That's pretty typical, that the numerical ratings are close.  They're always much closer than they are in Consumer Reports.  I dug out a few back issues of C&D, and jotted down the comparo scores.  Each row below is a different test:

189 - 164
206 - 201 - 200 - 192
220 - 205
196 - 190 - 184 - 179

All are pretty close -- the biggest gap from first to last is 15 percent.  Although, I deliberately left out the March issue: there, the gap is bigger, mostly because of the electric Smart car, which they didn't like at all:

181 - 173 - 161 - 157 - 153 - 126

Leaving out the Smart, the difference between first and last is 18 percent.  (For the record: Consumer Reports didn't rate the electric Smart, but they gave the regular one only 28/100, the lowest score of any car in their ratings.)

Anyway, as I said, the Spark beat the Focus by only 8 ratings points, or five percent.  But, if you read the evaluations of those two cars ... the editors like the Spark *a lot more* than the Focus.  

Of the Spark, they say,

"Here's a car that puts it all together ... It's a total effort, a studied application of brainpower and enthusiasm that embraces the electric mandate with gusto ... Everything about the Spark is all-in. ... It is the one gold that sparkles."

But they're much more muted when it comes to the Focus, even in their compliments:

"The most natural-feeling of our EVs, the Focus delivers a smooth if somewhat muted rush of torque and has excellent brakes. ... At low speeds ... you can catch the motor clunking ... but otherwise the Focus feels solid and well integrated. ... What the Focus Electric really does best is give you a reason to go test drive the top-of-the-line gas-burning Focus."

When Car and Driver actually tells you what they think, it sounds like the cars are worlds apart.  All that for eight points?  Actually, it's worse than that: the Spark had a price advantage of seven points.  So, when it comes to the car itself, the Chevy wins by only *one point* -- but gets much, much more appreciation and plaudits.

What's going on?  Gladwell thinks C&D is putting too much faith in its own rating:

"Yet when you inspect the magazine’s tabulations it is hard to figure out why Car and Driver was so sure that the Cayman is better than the Corvette and the Evora."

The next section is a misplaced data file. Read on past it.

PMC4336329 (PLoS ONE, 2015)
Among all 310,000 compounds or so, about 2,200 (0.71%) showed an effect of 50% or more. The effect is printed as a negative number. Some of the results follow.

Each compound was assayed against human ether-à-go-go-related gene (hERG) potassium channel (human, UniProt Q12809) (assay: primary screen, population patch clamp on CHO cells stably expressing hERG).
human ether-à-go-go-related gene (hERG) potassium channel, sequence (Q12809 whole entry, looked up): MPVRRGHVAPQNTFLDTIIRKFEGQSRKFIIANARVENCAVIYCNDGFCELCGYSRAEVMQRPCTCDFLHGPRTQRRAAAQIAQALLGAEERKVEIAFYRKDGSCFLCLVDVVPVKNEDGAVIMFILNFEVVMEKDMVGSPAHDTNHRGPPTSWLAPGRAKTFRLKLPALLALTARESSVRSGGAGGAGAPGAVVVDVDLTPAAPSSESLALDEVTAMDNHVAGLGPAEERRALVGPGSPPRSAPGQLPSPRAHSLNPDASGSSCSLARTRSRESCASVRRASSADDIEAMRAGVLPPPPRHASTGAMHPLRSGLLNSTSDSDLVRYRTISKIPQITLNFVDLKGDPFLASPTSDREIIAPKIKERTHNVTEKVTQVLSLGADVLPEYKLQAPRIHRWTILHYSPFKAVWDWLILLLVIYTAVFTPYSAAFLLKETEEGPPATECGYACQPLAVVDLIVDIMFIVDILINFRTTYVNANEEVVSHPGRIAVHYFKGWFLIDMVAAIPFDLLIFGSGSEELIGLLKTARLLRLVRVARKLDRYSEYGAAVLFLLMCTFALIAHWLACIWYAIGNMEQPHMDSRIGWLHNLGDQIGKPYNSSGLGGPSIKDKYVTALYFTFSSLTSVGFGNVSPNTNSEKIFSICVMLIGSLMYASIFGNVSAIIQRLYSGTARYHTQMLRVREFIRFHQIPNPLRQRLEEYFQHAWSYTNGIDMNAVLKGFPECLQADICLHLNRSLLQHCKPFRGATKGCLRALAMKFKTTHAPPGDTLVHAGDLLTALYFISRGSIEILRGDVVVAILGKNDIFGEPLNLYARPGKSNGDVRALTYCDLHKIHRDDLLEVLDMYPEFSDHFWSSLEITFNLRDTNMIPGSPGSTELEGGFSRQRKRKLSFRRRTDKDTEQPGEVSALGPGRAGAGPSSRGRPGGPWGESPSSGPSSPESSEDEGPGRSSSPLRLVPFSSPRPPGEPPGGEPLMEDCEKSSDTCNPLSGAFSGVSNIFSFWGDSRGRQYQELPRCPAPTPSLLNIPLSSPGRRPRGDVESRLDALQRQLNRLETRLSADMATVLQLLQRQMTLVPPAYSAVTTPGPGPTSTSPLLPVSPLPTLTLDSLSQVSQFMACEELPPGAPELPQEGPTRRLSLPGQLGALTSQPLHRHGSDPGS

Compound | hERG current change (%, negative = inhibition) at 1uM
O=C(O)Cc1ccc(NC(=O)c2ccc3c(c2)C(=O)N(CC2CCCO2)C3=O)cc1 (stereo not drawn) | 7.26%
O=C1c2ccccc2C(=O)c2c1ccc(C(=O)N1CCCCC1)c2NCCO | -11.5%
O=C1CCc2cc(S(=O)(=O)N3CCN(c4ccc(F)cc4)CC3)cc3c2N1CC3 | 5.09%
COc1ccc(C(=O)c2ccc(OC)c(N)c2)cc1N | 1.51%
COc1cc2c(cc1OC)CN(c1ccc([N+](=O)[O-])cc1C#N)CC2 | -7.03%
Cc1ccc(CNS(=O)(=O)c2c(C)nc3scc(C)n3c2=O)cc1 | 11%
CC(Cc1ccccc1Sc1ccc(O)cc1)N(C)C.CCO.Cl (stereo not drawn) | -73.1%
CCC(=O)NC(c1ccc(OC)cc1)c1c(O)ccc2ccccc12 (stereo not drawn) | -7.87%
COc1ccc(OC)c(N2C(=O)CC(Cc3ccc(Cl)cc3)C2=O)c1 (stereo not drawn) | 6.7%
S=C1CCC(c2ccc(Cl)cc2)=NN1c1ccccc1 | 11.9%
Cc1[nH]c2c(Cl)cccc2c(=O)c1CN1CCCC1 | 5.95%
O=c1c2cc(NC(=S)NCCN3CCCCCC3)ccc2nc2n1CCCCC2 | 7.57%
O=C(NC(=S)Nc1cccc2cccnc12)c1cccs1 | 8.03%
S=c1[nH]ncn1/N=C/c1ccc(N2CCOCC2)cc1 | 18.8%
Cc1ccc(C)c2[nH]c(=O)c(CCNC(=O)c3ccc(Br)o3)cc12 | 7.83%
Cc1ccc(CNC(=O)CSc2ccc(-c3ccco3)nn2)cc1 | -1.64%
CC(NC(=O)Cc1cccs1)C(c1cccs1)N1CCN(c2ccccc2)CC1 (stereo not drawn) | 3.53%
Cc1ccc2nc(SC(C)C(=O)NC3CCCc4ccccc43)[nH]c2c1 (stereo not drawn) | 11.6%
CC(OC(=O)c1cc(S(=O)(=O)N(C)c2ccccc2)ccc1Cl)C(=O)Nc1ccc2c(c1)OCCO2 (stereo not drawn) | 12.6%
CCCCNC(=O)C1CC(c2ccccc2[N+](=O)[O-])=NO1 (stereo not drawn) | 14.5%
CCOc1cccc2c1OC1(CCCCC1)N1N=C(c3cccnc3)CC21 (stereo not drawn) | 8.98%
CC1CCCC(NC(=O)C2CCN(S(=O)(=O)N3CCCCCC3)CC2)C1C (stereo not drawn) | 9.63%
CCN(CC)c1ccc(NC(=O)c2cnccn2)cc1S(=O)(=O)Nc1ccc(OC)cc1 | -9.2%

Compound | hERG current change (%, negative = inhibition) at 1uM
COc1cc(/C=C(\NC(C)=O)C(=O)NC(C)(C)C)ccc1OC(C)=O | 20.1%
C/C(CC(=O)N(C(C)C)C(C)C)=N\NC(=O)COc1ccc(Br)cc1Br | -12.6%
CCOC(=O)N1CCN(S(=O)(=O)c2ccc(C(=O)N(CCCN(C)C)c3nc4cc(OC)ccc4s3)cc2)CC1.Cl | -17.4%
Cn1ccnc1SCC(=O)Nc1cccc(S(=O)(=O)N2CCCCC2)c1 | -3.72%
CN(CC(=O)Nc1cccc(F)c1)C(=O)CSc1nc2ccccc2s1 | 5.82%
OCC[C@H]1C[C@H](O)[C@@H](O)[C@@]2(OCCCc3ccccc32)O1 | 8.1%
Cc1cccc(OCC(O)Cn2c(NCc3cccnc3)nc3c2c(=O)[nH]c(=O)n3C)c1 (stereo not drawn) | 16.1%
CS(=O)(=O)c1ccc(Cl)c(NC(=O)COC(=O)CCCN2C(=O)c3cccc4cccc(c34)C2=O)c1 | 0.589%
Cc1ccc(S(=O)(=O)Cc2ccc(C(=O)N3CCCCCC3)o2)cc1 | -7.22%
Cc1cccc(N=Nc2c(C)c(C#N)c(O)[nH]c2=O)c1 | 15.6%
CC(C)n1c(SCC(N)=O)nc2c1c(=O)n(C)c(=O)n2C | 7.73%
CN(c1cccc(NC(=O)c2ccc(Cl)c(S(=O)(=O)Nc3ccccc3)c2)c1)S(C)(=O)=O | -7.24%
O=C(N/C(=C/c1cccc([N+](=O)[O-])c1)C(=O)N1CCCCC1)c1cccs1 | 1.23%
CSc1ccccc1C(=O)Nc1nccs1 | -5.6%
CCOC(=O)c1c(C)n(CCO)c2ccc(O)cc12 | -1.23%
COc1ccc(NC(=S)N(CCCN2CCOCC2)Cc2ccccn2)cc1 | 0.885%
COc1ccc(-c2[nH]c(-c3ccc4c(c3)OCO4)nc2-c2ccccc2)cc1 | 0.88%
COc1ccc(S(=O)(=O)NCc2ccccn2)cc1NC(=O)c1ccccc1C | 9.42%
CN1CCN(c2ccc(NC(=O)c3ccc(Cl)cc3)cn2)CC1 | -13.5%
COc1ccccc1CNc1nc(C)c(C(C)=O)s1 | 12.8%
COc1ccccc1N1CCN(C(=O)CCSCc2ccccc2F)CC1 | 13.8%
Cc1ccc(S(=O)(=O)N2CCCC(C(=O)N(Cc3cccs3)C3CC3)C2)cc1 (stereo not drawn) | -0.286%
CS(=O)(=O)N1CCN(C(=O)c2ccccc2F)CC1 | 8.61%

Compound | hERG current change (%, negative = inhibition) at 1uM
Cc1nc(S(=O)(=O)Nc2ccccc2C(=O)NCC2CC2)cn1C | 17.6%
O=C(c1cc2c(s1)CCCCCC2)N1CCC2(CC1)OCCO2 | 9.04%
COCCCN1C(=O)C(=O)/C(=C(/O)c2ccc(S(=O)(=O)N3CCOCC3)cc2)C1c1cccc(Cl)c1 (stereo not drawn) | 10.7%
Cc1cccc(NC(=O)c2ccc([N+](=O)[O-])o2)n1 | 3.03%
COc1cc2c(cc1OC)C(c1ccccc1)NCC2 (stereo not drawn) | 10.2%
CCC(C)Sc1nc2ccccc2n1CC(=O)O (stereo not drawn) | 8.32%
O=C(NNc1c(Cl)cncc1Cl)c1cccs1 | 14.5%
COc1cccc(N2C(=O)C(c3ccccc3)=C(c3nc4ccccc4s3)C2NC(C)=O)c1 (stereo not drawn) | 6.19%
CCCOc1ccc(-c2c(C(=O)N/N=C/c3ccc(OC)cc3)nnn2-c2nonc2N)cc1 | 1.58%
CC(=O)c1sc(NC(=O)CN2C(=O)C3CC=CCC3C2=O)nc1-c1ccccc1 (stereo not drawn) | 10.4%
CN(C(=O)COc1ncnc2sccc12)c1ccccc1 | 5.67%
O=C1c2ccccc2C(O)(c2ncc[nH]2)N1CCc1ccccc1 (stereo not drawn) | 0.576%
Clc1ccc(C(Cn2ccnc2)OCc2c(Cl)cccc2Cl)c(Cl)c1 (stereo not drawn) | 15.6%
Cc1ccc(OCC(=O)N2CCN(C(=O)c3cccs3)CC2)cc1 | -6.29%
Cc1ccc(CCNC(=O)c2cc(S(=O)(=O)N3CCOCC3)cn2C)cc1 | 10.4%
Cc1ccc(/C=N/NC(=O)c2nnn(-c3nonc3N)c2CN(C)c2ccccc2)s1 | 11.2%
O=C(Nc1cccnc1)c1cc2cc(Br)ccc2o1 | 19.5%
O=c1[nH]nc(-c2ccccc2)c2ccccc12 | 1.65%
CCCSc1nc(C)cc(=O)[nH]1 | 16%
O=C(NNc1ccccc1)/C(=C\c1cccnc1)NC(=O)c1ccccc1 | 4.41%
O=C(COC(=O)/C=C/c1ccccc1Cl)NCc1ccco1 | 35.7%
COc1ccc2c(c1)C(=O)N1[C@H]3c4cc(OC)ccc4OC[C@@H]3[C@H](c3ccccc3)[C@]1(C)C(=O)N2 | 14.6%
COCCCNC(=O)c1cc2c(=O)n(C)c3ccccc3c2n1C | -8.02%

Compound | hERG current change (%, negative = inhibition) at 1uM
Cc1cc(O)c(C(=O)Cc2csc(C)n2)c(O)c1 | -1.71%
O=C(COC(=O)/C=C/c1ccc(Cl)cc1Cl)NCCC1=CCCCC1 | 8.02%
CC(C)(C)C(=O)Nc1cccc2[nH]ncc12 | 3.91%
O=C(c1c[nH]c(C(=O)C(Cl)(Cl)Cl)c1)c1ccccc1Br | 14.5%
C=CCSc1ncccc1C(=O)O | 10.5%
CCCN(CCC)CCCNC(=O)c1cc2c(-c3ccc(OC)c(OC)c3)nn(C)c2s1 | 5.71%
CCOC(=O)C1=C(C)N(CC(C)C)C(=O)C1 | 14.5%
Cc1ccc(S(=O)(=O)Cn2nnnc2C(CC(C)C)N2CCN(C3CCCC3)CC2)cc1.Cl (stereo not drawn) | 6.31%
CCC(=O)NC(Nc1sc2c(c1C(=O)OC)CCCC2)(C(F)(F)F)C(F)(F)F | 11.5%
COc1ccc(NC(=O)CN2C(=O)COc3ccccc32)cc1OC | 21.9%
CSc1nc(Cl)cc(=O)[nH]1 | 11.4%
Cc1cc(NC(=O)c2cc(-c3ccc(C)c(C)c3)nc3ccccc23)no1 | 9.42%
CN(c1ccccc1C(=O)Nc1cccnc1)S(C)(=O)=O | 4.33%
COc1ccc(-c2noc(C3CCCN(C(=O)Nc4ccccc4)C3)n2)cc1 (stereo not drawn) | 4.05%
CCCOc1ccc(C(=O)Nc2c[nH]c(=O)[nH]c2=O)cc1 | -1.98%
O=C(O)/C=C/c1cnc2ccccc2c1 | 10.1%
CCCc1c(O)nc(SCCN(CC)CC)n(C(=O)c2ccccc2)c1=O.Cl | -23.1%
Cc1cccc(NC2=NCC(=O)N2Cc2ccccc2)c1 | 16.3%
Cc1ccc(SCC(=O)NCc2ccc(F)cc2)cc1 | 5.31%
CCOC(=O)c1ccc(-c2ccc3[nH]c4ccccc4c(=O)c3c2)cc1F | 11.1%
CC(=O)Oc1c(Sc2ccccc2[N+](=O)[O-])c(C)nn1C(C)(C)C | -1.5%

I suspect, though, that it's the other way around: after they drive the cars, they decide which they liked best, then tailor the ratings to come out in the right order.  I suspect that, if the ratings added up to make the Focus the best, they'd say to each other, "Well, that's not right!  There must be something wrong with our numbers."  And they'd rejig the category scores to make it work out.

Which probably isn't too hard to do, because, I suspect, the system is deliberately designed to keep the ratings close.  That way, every car looks almost as good as the best, and everybody gets a good grade.  A Ford salesman can tell his customer, "Look, we finished second, but only by 8 points ... and, 7 of them were price!  And look at all the categories we beat them in!"

That doesn't mean the competition is biased.  The magazine is just making sure the best car wins.  Car and Driver is my favorite car magazine, and I think the raters really know their stuff.  I don't want the winner to go the highest-scorer of an arbitrary point system ... I want the winner to be the one the magazine thinks is best.  That's why I'm reading the article, to get the opinions of the experts.  

So, they're not "fixing" the competition, as in making sure the wrong car wins.  They ARE "fixing" the ratings --  but in the sense of "repairing" them.  Because, if you know the Spark is the best, but it doesn't rate the highest, you must have scored it wrong!  Well, actually, you must have chosen a lousy rating system ... but, in this case, the writer is stuck with the longstanding C&D standard.


"Fixing" the algorithm to match your intuition is probably a standard feature of ranking systems.  In baseball, we've seen the pattern before ... someone decides that Jim Rice is underrated, and tries to come up with a rating that slots him where his gut says he should be slotted.  Maybe give more weight to RBIs and batting average, and less to longevity.  Maybe add in something for MVP votes, and lower the weighting for GIDP.  Eventually, you get to a weighting that puts Jim Rice about as high as you'd like him to be, and that's your system.

And it doesn't feel like you're cheating, because, after all, you KNOW that Jim Rice belongs there!  And, look, Babe Ruth is at the top, and so is Ted Williams, and a whole bunch of other HOFers.  This, then, must be the right system!

That's what always has to happen, isn't it?  Whether you're rating cars, or schools, or student achievement, or fame, or beauty, or whatever ... nobody just jots a system down and goes with it.  You try it, and you see, "well, that one puts all the small cars at the top, so we've rated fuel economy too high."  So you adjust.  And now you see, "well, now all the luxury cars rate highest, so we better increase the weighting for price."  And so on, until you look at the results, and they seem right to you, and the Jim Ricemobile is in its proper place.